Many companies pay quarterly or semi-annual dividends. However, certain stocks and exchange-traded funds (ETFs) pay monthly dividends, which might appeal to retirees who need stable income. Let's take a look at three rock-solid companies that will cut you a check each month.

1. Realty Income: Dividend yield 4.2%

Realty Income (NYSE:O) is a commercial real estate company that owns over 6,600 properties across the U.S. and U.K. It leases those properties to about 600 clients, including retail giants like Walgreens Boots Alliance, 7-Eleven, and Dollar General.

The company ended the first quarter of 2021 with an occupancy rate of 98%, even as many of its clients struggled throughout the pandemic. It deferred some rental payments last year, but its collection rate improved to 94.3% at the end of March.

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As a REIT (real estate investment trust), Realty Income must pay out 90% of its taxable profits as dividends to maintain a favorable tax rate. Its adjusted funds from operations (FFO), which REITs commonly use to gauge their profits, rose 2% to $3.39 per share in 2020. It expects that figure to rise 1.5%-2.9% this year to $3.44-$3.49 per share, which will easily cover its forward annual dividend of $2.83 per share.

Those monthly payments equal a forward dividend yield of 4.2%. Realty has paid out dividends for 611 consecutive months (that's almost 51 years), and it's raised its dividend for 95 straight quarters (almost 24 years). Realty's stock has stayed nearly flat over the past five years, but it generated a total return of over 220% after factoring in reinvested dividends -- so it's also a great choice for long-term investors who don't need monthly payments.

2. Prospect Capital: Dividend yield 8%

Prospect Capital (NASDAQ:PSEC) is a business development company (BDC) that holds private debt and equity in 123 companies across 39 industries. That diversification enables it to offset slowdowns in certain industries with the growth of others, and it generates most of its profits from interest payments on its secured and unsecured debt.

Prospect has funded over 365 investments and manages more than $6 billion in assets. Its net investment income (NII), a common measure of a BDC's growth, fell 15% to $0.72 per share in fiscal 2020, which ended last March, amid pandemic-related challenges. That figure stayed flat year-over-year in the first nine months of 2021, but analysts expect it to rise to $0.73 per share for the full year.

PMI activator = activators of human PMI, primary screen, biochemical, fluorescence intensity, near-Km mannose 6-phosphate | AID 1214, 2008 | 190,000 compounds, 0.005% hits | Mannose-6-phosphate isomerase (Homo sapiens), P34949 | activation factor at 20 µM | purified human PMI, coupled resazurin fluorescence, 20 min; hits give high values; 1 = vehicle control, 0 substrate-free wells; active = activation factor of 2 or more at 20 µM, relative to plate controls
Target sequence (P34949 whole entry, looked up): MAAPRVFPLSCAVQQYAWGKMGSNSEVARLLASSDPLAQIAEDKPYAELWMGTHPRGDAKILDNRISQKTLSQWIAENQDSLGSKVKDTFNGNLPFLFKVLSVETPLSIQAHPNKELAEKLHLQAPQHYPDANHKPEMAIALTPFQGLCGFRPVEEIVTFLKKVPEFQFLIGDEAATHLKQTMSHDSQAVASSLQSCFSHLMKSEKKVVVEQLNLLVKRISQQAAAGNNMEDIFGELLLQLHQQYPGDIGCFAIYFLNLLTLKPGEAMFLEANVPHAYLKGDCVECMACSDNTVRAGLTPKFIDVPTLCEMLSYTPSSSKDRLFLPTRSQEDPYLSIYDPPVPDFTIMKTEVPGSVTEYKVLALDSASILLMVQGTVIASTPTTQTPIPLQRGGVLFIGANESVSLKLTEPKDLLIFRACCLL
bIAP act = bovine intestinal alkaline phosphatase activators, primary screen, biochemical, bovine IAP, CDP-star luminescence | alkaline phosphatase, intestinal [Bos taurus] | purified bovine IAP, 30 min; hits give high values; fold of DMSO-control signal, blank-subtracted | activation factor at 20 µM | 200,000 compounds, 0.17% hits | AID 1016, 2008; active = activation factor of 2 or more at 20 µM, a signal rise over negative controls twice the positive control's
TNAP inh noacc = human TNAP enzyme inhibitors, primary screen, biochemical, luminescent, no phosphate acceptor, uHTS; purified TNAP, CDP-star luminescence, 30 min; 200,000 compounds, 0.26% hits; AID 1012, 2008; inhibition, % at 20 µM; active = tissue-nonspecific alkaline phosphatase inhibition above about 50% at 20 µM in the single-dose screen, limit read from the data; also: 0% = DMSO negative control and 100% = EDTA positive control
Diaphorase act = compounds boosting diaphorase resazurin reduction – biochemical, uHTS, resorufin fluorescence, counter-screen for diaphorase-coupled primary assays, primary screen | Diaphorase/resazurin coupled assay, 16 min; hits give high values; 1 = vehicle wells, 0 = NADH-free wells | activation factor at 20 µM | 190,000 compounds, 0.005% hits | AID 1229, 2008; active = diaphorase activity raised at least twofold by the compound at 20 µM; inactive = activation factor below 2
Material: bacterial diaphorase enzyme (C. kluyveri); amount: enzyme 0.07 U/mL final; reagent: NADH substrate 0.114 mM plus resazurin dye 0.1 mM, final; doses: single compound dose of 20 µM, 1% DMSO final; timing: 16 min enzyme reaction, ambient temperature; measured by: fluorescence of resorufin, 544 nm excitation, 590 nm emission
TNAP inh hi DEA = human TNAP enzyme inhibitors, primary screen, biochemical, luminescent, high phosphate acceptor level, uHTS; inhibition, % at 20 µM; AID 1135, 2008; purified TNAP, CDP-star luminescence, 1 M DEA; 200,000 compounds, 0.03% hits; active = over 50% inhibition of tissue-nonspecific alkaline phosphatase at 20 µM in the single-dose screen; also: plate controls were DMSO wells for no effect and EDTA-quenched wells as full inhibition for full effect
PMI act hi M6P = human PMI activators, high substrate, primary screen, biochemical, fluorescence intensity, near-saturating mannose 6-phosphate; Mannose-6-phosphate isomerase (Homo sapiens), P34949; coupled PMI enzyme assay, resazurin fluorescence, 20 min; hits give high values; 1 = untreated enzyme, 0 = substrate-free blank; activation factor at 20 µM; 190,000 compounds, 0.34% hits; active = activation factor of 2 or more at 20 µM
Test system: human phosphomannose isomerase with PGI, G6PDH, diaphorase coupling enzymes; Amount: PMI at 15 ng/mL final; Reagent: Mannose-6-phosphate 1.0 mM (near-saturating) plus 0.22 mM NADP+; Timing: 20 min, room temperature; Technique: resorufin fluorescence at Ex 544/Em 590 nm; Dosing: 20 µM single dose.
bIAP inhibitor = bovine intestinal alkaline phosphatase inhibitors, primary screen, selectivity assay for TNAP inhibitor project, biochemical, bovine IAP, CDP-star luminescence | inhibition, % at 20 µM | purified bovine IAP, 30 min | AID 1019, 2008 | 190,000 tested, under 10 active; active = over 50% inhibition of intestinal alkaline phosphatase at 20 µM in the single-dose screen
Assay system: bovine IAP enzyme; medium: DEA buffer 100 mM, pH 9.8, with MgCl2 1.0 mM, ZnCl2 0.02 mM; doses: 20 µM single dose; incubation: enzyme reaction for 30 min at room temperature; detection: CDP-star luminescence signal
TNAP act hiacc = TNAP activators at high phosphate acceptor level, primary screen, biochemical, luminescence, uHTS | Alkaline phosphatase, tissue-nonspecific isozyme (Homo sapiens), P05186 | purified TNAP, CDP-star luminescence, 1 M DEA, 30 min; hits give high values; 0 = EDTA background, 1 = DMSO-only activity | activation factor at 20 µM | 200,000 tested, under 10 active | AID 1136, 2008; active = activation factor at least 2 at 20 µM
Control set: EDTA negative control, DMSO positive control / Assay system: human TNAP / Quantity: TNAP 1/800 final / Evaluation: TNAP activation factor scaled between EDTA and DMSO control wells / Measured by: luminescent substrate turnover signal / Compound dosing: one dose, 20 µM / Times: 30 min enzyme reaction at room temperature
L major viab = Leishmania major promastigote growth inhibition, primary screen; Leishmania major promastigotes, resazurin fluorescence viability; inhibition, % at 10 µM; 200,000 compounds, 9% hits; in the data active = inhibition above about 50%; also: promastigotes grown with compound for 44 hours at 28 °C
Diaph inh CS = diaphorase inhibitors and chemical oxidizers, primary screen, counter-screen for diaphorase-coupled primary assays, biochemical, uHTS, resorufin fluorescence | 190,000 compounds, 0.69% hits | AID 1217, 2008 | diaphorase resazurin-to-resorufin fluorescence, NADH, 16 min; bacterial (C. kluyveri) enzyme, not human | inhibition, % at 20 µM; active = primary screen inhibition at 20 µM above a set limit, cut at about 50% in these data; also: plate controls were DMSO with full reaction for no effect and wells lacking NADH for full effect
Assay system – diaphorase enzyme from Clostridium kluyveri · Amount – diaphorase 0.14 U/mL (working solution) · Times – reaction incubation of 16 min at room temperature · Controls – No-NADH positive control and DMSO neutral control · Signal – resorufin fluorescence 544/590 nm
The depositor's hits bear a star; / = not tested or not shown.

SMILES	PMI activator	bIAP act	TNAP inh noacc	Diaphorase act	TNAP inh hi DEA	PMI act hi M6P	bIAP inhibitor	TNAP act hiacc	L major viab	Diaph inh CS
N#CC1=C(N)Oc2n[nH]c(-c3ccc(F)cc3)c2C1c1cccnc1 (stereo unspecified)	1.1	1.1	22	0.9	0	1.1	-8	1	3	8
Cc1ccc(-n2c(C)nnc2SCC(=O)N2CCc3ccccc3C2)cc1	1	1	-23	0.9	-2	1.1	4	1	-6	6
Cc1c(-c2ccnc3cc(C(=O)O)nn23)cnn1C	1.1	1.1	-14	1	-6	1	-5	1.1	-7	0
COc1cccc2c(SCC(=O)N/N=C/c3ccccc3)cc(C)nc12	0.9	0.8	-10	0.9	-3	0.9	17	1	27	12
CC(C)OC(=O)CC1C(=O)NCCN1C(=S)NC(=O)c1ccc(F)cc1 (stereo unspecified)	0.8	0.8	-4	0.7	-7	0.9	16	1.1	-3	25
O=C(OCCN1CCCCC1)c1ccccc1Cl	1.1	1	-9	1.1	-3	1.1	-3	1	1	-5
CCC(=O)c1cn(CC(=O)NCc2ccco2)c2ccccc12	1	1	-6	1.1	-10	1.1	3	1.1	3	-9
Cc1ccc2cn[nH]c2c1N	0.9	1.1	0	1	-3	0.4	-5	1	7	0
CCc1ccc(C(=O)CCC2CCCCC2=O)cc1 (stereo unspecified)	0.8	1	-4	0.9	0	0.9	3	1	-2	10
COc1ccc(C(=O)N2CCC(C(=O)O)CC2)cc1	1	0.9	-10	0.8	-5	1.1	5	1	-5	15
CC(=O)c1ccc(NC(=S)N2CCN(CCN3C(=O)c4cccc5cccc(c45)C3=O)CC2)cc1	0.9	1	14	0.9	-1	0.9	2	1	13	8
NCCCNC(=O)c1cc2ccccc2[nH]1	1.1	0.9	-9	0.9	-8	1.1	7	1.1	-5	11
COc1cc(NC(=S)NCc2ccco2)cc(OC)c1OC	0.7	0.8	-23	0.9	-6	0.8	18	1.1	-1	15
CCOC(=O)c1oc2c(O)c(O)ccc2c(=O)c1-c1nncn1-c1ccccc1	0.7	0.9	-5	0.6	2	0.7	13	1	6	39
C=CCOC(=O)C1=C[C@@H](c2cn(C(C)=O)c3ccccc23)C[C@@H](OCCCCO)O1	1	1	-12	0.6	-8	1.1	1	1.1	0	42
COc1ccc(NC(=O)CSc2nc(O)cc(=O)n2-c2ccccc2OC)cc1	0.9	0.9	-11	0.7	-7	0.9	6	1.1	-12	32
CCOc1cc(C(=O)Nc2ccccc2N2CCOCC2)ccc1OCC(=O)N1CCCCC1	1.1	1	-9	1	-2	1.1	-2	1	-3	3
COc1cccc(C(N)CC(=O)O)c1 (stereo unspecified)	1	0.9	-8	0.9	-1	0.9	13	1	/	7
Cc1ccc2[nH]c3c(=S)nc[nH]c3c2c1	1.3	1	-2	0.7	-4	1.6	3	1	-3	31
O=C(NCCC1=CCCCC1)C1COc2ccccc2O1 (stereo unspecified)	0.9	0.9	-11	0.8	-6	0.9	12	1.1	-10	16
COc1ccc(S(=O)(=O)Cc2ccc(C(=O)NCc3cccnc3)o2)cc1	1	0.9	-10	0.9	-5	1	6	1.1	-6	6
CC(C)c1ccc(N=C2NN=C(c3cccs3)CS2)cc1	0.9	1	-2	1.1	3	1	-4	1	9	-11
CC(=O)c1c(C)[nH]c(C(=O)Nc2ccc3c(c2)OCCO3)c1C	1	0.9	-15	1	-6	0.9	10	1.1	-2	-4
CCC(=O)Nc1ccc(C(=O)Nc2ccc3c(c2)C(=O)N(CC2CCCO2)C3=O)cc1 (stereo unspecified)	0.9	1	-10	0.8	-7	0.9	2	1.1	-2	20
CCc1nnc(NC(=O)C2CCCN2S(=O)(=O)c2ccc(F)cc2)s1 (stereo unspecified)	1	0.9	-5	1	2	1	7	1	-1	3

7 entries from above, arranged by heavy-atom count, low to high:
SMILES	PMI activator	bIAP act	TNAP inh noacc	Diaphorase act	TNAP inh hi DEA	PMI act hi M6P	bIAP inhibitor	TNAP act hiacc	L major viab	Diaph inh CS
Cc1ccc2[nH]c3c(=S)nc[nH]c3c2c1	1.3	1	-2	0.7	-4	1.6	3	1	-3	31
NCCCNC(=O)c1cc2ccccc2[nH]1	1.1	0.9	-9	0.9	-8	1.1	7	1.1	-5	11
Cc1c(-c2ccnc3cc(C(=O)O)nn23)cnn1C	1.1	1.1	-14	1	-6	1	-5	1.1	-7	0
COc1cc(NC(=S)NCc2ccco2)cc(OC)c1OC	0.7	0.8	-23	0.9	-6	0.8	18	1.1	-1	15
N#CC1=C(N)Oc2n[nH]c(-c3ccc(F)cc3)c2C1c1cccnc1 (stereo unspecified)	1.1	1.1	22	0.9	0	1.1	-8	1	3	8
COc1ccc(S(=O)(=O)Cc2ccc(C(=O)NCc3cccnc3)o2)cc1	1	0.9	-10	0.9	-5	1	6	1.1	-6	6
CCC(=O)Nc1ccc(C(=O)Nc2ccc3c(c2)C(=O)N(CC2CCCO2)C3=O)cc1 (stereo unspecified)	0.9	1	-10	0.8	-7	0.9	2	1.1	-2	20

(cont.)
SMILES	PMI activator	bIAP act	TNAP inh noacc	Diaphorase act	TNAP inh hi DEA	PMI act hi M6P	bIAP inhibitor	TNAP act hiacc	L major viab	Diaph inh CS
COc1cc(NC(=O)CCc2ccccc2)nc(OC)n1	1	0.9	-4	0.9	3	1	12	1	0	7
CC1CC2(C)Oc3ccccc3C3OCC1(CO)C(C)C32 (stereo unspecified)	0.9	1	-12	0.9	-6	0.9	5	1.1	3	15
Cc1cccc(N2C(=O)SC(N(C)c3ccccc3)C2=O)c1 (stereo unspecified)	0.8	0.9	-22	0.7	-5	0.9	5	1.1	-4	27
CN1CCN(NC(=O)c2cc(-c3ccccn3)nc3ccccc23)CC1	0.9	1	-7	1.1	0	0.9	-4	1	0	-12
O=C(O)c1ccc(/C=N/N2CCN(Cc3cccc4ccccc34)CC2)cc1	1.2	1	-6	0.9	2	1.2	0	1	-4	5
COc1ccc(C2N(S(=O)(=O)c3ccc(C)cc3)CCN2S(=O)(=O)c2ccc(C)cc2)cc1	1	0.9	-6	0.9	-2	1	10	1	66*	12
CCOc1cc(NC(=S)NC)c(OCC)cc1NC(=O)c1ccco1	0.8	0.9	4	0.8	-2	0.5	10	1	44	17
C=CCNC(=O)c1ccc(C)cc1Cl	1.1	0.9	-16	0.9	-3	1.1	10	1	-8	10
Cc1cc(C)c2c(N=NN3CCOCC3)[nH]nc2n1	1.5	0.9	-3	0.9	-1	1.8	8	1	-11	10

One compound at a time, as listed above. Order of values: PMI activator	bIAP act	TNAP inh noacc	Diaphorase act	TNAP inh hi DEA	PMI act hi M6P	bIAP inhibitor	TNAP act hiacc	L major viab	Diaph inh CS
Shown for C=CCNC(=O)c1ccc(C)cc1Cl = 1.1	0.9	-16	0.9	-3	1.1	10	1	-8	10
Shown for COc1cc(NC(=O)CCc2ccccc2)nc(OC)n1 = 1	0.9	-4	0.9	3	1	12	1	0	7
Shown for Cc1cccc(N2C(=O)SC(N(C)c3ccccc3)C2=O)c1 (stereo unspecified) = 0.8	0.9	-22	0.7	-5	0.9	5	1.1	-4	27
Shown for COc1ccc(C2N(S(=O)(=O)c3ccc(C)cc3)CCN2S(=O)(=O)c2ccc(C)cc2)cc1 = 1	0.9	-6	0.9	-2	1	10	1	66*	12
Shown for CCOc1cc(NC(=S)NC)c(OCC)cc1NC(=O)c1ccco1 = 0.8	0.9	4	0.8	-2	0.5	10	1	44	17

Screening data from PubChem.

Prospect's NII should cover its forward annual dividend of $0.72 per share -- which translates to a hefty forward dividend yield of 8%. Prospect doesn't raise its dividends every year, but its NII growth should stabilize over the next few years as companies recover from the pandemic.

Like REITs, BDCs pay at least 90% of their taxable profits as dividends to maintain a lower tax rate. Prospect's stock price has only risen about 15% over the past five years, but it generated an impressive total return of nearly 110%.

3. BlackRock Enhanced Capital and Income Fund: Dividend yield 5.1%

The BlackRock Enhanced Capital and Income Fund (NYSE:CII) is an ETF that holds a basket of 58 stocks. Its top holdings include Alphabet, Microsoft, Amazon, and Apple.

Most of its top holdings pay low dividends or no dividends at all, so it might seem surprising that the ETF pays out monthly dividends that amount to a forward yield of 5.1%. It generates those dividends by constantly writing covered calls on its own positions.

For example, the fund might sell a covered call for Apple with a strike price of $150 and an expiration date of July 30. If Apple is still trading below $150 on that date, the call will expire and the fund will pocket the premium. But if Apple is trading at $200, it will need to sell its underlying shares for $150.

This approach might seem counterintuitive in a bull market, but it generates consistent gains when the market declines or treads water. Over the past five years, CII's stock has risen about 55% -- but it generated a total return of more than 115% with its reinvested monthly dividends. That stable growth rate arguably justifies its higher gross expense ratio of 0.91%.

This article represents the opinion of the writer, who may disagree with the “official” recommendation position of a Motley Fool premium advisory service. We’re motley! Questioning an investing thesis -- even one of our own -- helps us all think critically about investing and make decisions that help us become smarter, happier, and richer.